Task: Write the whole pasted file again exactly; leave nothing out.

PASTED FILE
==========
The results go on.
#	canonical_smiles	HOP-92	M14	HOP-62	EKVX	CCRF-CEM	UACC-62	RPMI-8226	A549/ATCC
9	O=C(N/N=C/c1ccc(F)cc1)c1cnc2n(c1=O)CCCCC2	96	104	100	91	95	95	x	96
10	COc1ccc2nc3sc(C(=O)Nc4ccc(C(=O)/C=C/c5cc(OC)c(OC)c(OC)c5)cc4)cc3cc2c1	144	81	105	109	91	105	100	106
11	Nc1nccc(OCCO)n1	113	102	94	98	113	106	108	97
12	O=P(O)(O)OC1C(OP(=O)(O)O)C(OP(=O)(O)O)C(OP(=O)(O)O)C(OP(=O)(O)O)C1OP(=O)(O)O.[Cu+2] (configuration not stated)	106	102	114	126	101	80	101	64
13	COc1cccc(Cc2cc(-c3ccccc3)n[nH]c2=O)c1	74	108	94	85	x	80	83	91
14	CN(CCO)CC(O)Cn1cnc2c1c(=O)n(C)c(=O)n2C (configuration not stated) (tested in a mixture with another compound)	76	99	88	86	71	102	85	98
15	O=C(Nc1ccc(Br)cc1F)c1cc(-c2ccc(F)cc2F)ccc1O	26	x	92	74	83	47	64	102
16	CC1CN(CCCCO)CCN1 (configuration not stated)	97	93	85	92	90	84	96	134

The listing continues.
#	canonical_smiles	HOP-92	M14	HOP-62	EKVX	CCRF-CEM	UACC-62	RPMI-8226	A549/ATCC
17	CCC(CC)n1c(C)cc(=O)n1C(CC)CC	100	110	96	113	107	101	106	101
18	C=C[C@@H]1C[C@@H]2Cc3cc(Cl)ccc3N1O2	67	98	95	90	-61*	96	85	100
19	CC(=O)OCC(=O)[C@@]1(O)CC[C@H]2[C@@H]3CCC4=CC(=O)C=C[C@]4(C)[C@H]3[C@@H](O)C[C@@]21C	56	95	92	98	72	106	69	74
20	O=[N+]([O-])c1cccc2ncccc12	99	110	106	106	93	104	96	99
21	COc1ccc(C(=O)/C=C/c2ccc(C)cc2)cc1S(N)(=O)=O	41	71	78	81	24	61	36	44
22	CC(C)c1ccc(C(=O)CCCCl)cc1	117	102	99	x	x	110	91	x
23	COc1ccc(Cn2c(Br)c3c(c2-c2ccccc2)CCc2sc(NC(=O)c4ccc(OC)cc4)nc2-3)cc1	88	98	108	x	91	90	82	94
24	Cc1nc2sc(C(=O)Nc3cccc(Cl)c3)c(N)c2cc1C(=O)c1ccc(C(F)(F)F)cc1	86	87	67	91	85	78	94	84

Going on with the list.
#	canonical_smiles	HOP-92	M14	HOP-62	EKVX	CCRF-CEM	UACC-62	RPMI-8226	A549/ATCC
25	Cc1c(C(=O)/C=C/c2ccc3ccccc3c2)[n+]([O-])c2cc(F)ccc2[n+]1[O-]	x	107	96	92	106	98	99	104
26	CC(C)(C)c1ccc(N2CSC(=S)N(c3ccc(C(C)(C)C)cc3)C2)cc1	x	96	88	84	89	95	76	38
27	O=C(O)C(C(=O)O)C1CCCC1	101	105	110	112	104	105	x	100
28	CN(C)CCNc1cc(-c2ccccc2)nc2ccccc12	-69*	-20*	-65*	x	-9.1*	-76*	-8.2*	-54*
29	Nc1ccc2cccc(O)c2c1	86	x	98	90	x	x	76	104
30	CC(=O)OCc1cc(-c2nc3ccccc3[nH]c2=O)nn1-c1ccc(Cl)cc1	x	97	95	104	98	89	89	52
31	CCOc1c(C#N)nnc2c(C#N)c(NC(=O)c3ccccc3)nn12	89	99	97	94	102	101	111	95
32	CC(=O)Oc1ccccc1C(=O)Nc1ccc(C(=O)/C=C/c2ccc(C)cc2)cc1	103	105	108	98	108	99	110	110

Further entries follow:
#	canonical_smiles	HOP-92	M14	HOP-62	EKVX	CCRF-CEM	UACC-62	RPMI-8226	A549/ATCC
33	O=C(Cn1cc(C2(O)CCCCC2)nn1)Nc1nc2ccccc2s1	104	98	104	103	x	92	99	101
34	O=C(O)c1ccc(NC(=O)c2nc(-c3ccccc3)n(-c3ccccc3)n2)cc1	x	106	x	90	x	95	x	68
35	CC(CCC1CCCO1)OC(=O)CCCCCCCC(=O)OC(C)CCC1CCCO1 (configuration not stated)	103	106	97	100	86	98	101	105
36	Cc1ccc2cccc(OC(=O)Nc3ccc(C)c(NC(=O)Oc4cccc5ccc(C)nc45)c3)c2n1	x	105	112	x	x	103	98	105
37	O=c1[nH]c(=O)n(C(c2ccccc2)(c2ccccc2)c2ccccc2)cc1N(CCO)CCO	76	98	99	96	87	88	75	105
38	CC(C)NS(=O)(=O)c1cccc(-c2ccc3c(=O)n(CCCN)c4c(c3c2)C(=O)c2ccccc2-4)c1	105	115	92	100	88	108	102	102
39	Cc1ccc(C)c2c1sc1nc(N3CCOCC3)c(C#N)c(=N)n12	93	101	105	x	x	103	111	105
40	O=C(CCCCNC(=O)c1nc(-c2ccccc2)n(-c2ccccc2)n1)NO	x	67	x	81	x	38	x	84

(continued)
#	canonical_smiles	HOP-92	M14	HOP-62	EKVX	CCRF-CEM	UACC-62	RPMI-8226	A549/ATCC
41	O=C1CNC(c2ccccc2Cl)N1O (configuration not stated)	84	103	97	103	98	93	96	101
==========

The results go on.
#	canonical_smiles	HOP-92	M14	HOP-62	EKVX	CCRF-CEM	UACC-62	RPMI-8226	A549/ATCC
9	O=C(N/N=C/c1ccc(F)cc1)c1cnc2n(c1=O)CCCCC2	96	104	100	91	95	95	x	96
10	COc1ccc2nc3sc(C(=O)Nc4ccc(C(=O)/C=C/c5cc(OC)c(OC)c(OC)c5)cc4)cc3cc2c1	144	81	105	109	91	105	100	106
11	Nc1nccc(OCCO)n1	113	102	94	98	113	106	108	97
12	O=P(O)(O)OC1C(OP(=O)(O)O)C(OP(=O)(O)O)C(OP(=O)(O)O)C(OP(=O)(O)O)C1OP(=O)(O)O.[Cu+2] (configuration not stated)	106	102	114	126	101	80	101	64
13	COc1cccc(Cc2cc(-c3ccccc3)n[nH]c2=O)c1	74	108	94	85	x	80	83	91
14	CN(CCO)CC(O)Cn1cnc2c1c(=O)n(C)c(=O)n2C (configuration not stated) (tested in a mixture with another compound)	76	99	88	86	71	102	85	98
15	O=C(Nc1ccc(Br)cc1F)c1cc(-c2ccc(F)cc2F)ccc1O	26	x	92	74	83	47	64	102
16	CC1CN(CCCCO)CCN1 (configuration not stated)	97	93	85	92	90	84	96	134

The listing continues.
#	canonical_smiles	HOP-92	M14	HOP-62	EKVX	CCRF-CEM	UACC-62	RPMI-8226	A549/ATCC
17	CCC(CC)n1c(C)cc(=O)n1C(CC)CC	100	110	96	113	107	101	106	101
18	C=C[C@@H]1C[C@@H]2Cc3cc(Cl)ccc3N1O2	67	98	95	90	-61*	96	85	100
19	CC(=O)OCC(=O)[C@@]1(O)CC[C@H]2[C@@H]3CCC4=CC(=O)C=C[C@]4(C)[C@H]3[C@@H](O)C[C@@]21C	56	95	92	98	72	106	69	74
20	O=[N+]([O-])c1cccc2ncccc12	99	110	106	106	93	104	96	99
21	COc1ccc(C(=O)/C=C/c2ccc(C)cc2)cc1S(N)(=O)=O	41	71	78	81	24	61	36	44
22	CC(C)c1ccc(C(=O)CCCCl)cc1	117	102	99	x	x	110	91	x
23	COc1ccc(Cn2c(Br)c3c(c2-c2ccccc2)CCc2sc(NC(=O)c4ccc(OC)cc4)nc2-3)cc1	88	98	108	x	91	90	82	94
24	Cc1nc2sc(C(=O)Nc3cccc(Cl)c3)c(N)c2cc1C(=O)c1ccc(C(F)(F)F)cc1	86	87	67	91	85	78	94	84

Going on with the list.
#	canonical_smiles	HOP-92	M14	HOP-62	EKVX	CCRF-CEM	UACC-62	RPMI-8226	A549/ATCC
25	Cc1c(C(=O)/C=C/c2ccc3ccccc3c2)[n+]([O-])c2cc(F)ccc2[n+]1[O-]	x	107	96	92	106	98	99	104
26	CC(C)(C)c1ccc(N2CSC(=S)N(c3ccc(C(C)(C)C)cc3)C2)cc1	x	96	88	84	89	95	76	38
27	O=C(O)C(C(=O)O)C1CCCC1	101	105	110	112	104	105	x	100
28	CN(C)CCNc1cc(-c2ccccc2)nc2ccccc12	-69*	-20*	-65*	x	-9.1*	-76*	-8.2*	-54*
29	Nc1ccc2cccc(O)c2c1	86	x	98	90	x	x	76	104
30	CC(=O)OCc1cc(-c2nc3ccccc3[nH]c2=O)nn1-c1ccc(Cl)cc1	x	97	95	104	98	89	89	52
31	CCOc1c(C#N)nnc2c(C#N)c(NC(=O)c3ccccc3)nn12	89	99	97	94	102	101	111	95
32	CC(=O)Oc1ccccc1C(=O)Nc1ccc(C(=O)/C=C/c2ccc(C)cc2)cc1	103	105	108	98	108	99	110	110

Further entries follow:
#	canonical_smiles	HOP-92	M14	HOP-62	EKVX	CCRF-CEM	UACC-62	RPMI-8226	A549/ATCC
33	O=C(Cn1cc(C2(O)CCCCC2)nn1)Nc1nc2ccccc2s1	104	98	104	103	x	92	99	101
34	O=C(O)c1ccc(NC(=O)c2nc(-c3ccccc3)n(-c3ccccc3)n2)cc1	x	106	x	90	x	95	x	68
35	CC(CCC1CCCO1)OC(=O)CCCCCCCC(=O)OC(C)CCC1CCCO1 (configuration not stated)	103	106	97	100	86	98	101	105
36	Cc1ccc2cccc(OC(=O)Nc3ccc(C)c(NC(=O)Oc4cccc5ccc(C)nc45)c3)c2n1	x	105	112	x	x	103	98	105
37	O=c1[nH]c(=O)n(C(c2ccccc2)(c2ccccc2)c2ccccc2)cc1N(CCO)CCO	76	98	99	96	87	88	75	105
38	CC(C)NS(=O)(=O)c1cccc(-c2ccc3c(=O)n(CCCN)c4c(c3c2)C(=O)c2ccccc2-4)c1	105	115	92	100	88	108	102	102
39	Cc1ccc(C)c2c1sc1nc(N3CCOCC3)c(C#N)c(=N)n12	93	101	105	x	x	103	111	105
40	O=C(CCCCNC(=O)c1nc(-c2ccccc2)n(-c2ccccc2)n1)NO	x	67	x	81	x	38	x	84

(continued)
#	canonical_smiles	HOP-92	M14	HOP-62	EKVX	CCRF-CEM	UACC-62	RPMI-8226	A549/ATCC
41	O=C1CNC(c2ccccc2Cl)N1O (configuration not stated)	84	103	97	103	98	93	96	101